The Imaginary-Science device invented by Ursula K Le Guin for instantaneous communication between two points, regardless of the distance between them. The speculative Physics which led to its invention is described in The Dispossessed (1974), but the communicator is mentioned in a number of the Hainish series of stories written before The Dispossessed – the first being Rocannon's World (September 1964 Amazing as "The Dowry of Angyar"; exp 1966 dos; text corrected 1977) – and indeed is central to their rationale. It compares interestingly with James Blish's Dirac Communicator (see the entries Faster Than Light and Communication for further discussion of both.)
The ansible has since been adopted as a useful device by several other writers who paid homage to Ursula K Le Guin by retaining her name for the device, which she derived from "answerable". These include Terry Bisson in "The Shadow Knows" (September 1993 Asimov's), Orson Scott Card in "Ender's Game" (August 1977 Analog) plus its expansion as Ender's Game (1985) and its sequels, L A Graf in Star Trek: Deep Space Nine: Invasion!, Book Three: Time's Enemy (1996), Elizabeth Moon in Winning Colors (1995) and others, Dan Simmons in Ilium (2003) and Vernor Vinge in "The Blabber" (in Threats ... and Other Promises, coll 1988). David Langford borrowed the name for his long-running sf newsletter Ansible, launched in 1979. The retro-tech ansible in Paul Park's A Princess of Roumania (2005) facilitates communication with the dead. A broken ansible is mentioned in the Doctor Who episode "Nightmare in Silver" (11 May 2013), scripted by Neil Gaiman.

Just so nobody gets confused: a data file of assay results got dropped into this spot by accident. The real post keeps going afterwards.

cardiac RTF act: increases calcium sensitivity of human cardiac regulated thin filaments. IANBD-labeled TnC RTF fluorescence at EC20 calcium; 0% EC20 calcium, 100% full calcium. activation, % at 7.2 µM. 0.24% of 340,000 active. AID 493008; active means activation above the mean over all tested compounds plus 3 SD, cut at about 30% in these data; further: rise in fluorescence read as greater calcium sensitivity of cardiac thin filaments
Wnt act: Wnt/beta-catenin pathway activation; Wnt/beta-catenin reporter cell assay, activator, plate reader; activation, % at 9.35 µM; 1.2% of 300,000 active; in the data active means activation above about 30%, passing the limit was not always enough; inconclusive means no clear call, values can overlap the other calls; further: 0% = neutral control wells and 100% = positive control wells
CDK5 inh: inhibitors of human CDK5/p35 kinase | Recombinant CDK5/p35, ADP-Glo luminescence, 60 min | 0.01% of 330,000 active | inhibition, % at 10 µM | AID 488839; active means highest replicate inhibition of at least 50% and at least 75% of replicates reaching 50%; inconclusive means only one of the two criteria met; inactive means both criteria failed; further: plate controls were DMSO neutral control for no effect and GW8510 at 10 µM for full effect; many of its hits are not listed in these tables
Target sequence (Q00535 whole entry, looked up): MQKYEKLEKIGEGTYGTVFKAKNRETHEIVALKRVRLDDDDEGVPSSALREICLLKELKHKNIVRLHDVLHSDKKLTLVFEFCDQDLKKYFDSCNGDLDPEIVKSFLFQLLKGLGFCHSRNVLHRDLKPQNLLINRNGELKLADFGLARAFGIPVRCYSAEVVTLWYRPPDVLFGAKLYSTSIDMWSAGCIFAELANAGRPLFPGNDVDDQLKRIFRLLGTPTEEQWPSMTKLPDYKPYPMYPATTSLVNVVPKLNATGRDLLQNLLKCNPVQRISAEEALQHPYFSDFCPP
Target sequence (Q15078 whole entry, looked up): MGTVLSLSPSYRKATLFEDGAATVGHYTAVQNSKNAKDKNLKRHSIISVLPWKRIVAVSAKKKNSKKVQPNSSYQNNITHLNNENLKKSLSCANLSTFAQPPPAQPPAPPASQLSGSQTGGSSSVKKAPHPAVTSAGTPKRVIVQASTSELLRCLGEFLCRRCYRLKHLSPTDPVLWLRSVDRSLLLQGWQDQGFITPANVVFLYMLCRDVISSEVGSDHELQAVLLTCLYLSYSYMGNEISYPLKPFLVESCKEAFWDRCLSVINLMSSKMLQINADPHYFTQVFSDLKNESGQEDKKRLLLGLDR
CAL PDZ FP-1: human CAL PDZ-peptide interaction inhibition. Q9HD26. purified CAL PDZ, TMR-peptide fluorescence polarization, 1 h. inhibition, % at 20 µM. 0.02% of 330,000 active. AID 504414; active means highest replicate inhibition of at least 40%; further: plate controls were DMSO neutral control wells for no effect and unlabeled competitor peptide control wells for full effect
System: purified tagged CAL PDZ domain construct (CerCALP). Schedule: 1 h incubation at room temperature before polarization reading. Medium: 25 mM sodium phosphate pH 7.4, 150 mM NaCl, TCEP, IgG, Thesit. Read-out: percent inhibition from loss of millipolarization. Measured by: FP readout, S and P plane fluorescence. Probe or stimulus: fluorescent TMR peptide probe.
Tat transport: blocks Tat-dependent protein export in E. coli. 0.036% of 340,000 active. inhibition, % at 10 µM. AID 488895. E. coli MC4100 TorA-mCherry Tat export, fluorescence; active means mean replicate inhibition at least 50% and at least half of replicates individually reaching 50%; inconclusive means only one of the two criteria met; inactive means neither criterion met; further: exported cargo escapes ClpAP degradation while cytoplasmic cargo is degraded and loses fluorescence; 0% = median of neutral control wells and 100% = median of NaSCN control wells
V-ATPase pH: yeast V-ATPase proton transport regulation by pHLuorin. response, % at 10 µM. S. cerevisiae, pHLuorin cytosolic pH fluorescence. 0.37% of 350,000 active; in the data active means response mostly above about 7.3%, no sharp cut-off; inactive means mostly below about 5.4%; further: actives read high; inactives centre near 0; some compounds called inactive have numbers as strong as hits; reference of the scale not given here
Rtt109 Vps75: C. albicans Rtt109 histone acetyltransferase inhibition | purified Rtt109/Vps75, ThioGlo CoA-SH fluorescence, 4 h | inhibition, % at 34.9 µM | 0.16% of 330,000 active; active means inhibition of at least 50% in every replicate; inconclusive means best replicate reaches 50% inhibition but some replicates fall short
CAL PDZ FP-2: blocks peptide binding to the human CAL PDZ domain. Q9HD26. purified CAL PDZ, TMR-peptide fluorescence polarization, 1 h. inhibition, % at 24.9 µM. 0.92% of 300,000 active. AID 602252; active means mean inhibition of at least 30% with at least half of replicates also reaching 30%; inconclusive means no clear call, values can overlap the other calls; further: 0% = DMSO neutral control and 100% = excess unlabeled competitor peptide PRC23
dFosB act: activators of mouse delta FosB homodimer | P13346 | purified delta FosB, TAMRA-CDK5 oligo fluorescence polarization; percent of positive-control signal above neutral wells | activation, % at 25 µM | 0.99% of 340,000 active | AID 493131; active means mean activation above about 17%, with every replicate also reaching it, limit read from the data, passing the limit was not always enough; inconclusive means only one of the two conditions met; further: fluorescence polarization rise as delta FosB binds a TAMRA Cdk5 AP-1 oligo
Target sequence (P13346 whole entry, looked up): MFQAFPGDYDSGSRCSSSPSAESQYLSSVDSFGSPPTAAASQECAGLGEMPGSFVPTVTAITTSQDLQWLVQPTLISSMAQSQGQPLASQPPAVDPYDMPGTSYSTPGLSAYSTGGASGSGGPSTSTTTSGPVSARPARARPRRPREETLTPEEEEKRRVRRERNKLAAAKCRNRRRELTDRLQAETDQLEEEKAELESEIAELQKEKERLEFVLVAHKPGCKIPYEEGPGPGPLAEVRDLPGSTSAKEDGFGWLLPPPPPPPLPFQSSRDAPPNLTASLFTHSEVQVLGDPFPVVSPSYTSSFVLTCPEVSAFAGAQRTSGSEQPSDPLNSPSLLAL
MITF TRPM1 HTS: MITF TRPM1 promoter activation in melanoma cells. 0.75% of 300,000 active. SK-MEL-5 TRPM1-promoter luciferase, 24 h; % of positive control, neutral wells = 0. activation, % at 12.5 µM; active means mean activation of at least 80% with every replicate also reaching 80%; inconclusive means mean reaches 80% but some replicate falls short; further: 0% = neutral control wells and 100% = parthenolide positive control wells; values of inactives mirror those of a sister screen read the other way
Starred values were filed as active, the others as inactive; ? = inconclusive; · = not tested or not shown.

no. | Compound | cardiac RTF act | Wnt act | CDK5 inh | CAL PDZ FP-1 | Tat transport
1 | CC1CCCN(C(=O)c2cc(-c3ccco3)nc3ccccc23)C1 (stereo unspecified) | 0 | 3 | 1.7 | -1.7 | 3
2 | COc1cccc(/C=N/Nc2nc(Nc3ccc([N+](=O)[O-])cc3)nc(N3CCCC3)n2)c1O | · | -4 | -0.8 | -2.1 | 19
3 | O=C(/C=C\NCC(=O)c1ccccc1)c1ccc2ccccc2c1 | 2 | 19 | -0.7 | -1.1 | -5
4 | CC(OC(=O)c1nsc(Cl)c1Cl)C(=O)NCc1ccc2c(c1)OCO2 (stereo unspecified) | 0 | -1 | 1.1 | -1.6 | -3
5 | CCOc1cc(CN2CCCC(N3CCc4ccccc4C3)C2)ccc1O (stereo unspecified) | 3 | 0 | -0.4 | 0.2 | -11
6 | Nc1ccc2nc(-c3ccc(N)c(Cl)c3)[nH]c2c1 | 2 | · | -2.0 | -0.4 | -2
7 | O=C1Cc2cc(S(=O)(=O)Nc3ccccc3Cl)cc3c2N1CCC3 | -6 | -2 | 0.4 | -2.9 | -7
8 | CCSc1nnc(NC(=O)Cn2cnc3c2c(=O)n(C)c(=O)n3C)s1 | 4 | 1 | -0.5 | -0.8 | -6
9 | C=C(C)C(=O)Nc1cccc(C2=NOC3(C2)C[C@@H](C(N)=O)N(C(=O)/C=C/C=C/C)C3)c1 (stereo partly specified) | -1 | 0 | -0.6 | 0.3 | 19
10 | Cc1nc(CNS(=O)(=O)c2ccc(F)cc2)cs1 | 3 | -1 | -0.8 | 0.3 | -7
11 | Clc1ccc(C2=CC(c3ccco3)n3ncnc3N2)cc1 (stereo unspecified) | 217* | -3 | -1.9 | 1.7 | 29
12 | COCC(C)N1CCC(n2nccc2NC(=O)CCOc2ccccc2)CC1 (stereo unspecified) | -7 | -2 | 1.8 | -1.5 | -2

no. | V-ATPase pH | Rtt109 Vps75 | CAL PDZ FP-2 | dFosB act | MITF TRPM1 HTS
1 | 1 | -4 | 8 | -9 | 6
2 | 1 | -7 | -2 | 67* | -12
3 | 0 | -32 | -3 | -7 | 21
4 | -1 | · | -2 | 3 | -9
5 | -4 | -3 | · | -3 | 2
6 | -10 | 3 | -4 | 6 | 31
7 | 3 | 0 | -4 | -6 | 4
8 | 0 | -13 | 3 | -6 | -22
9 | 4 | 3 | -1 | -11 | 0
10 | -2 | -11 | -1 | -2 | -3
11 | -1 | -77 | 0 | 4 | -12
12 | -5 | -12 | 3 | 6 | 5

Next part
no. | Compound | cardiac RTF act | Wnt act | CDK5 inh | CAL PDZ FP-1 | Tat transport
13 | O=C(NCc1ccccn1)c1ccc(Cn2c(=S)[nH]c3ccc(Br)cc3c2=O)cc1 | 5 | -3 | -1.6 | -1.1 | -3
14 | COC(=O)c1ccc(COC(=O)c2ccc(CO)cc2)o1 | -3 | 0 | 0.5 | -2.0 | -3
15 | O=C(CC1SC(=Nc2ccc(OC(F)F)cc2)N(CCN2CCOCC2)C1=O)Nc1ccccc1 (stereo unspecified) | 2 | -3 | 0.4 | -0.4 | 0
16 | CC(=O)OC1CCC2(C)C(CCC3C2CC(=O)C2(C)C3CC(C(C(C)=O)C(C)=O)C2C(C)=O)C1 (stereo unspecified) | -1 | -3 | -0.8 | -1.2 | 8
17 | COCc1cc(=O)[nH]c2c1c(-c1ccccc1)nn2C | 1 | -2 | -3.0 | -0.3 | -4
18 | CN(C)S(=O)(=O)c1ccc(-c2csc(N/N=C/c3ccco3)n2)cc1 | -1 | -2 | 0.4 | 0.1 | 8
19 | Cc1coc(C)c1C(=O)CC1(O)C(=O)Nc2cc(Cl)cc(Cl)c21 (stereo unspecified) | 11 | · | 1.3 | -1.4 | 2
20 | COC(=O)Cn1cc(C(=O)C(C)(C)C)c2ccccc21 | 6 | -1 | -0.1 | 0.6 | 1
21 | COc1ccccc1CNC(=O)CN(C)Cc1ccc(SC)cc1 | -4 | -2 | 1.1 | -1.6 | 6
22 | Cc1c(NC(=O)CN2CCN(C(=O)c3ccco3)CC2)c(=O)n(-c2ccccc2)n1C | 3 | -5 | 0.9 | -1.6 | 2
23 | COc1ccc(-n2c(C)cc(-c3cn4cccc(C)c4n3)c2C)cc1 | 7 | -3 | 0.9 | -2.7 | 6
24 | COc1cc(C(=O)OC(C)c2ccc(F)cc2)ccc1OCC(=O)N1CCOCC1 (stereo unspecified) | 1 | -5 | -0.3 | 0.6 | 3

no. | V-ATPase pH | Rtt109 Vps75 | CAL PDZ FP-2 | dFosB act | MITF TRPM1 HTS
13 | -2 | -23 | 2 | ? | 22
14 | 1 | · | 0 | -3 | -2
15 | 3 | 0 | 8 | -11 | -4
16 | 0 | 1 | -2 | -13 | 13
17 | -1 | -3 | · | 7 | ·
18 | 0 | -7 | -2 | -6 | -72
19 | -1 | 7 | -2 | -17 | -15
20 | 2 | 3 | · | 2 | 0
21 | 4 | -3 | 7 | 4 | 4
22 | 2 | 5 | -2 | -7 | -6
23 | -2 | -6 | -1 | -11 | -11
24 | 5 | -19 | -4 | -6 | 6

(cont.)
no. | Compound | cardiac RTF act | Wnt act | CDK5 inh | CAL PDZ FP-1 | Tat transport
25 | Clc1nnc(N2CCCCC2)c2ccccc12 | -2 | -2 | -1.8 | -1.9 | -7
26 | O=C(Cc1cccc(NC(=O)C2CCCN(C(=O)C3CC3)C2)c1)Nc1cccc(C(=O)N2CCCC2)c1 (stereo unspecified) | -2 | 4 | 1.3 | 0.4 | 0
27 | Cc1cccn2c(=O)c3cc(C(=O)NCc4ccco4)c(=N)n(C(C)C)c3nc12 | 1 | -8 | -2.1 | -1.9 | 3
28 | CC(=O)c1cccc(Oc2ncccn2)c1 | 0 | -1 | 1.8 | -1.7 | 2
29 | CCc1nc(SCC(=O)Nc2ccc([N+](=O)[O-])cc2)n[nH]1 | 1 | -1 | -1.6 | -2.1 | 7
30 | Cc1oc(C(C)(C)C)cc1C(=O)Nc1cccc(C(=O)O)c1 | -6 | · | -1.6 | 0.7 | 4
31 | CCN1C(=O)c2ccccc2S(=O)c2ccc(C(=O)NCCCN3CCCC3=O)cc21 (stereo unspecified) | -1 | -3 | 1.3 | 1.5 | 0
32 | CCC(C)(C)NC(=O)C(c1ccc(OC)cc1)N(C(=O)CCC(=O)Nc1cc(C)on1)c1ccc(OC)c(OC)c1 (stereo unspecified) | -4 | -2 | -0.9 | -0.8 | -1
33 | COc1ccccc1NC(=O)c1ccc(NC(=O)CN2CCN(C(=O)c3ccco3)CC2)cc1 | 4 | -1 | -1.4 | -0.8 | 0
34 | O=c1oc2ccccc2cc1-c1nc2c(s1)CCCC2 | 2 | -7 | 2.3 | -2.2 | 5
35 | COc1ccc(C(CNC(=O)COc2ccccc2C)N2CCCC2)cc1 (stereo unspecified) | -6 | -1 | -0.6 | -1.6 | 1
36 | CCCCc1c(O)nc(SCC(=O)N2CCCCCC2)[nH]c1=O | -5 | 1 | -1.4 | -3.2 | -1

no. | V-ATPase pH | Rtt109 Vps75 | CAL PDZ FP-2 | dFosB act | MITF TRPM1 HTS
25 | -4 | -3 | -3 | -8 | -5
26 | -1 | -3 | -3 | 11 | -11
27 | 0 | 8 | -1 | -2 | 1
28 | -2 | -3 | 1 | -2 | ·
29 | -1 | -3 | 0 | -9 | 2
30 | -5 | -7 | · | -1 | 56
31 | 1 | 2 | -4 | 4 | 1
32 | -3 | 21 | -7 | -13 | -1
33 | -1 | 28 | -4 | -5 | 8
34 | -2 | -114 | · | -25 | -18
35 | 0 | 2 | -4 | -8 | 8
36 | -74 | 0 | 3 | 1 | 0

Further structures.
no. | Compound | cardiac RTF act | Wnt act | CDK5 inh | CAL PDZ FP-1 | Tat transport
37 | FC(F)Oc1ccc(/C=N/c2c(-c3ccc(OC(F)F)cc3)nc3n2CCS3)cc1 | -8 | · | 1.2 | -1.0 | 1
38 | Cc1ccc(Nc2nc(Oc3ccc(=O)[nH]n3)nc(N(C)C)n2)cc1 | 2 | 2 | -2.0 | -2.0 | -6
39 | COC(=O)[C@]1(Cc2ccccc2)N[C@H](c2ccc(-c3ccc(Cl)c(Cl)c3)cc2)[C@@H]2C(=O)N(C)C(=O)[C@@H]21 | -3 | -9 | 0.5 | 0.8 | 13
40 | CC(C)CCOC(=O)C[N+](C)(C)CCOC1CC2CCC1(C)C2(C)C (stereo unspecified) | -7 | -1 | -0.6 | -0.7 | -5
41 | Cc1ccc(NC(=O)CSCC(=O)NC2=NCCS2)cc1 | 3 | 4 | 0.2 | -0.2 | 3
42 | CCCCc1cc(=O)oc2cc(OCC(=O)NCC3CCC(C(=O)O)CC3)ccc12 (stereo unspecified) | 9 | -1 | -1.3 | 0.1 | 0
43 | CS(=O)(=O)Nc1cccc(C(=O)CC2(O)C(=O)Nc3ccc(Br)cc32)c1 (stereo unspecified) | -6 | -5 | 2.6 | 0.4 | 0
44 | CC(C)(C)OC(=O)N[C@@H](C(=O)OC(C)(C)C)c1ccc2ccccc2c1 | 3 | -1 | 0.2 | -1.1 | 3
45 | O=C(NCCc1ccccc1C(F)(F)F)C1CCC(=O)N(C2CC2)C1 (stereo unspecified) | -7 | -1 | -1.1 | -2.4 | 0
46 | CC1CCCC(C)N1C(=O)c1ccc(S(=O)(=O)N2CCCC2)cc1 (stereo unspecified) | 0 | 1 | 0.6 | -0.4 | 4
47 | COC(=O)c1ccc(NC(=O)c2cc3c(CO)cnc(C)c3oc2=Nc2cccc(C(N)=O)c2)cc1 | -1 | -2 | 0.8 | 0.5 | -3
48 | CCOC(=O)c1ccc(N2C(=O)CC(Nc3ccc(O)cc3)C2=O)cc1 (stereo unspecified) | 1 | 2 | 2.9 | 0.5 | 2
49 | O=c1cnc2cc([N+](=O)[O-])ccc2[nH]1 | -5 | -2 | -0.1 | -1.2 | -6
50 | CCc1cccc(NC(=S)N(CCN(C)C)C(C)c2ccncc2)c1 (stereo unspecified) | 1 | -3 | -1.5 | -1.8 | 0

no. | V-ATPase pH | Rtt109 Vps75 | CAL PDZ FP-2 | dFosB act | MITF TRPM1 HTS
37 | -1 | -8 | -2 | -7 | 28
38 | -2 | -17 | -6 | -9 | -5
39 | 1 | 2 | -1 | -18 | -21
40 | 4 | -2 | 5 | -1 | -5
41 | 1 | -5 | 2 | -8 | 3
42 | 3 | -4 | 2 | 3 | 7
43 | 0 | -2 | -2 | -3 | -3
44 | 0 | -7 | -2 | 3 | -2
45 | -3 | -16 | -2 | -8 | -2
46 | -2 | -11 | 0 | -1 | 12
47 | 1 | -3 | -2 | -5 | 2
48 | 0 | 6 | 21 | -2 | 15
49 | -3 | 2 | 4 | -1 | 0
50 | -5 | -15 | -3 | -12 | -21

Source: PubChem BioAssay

The ansible is merely the best-known of the many names given by sf writers to essentially similar instant communicators. Isaac Asimov's Foundation sequence makes play with Ultrawave and hyperwave transmissions, extending to the hyperwave relay of Foundation (May 1942-October 1944 Astounding; fixup 1951; cut vt The 1,000 Year Plan 1955 dos) – a remote-control switch that can be operated with immediate effect from many light-years' distance. Jack Williamson's "With Folded Hands ..." (July 1947 Astounding) features instantaneous communication and power transfer via "rhodomagnetic waves". Cordwainer Smith's "Under Old Earth" (February 1966 Galaxy) refers to instant-message machines. Frederik Pohl's unpoetic Aliens in Heechee Rendezvous (1984) simply call it a zero-speed [sic] radio. Neal Asher's Human Polity sequence nods to the ansible with "runcible" technology which provides both faster-than-light communication and travel, the latter via Matter Transmission. Further examples abound. [DRL/PN]
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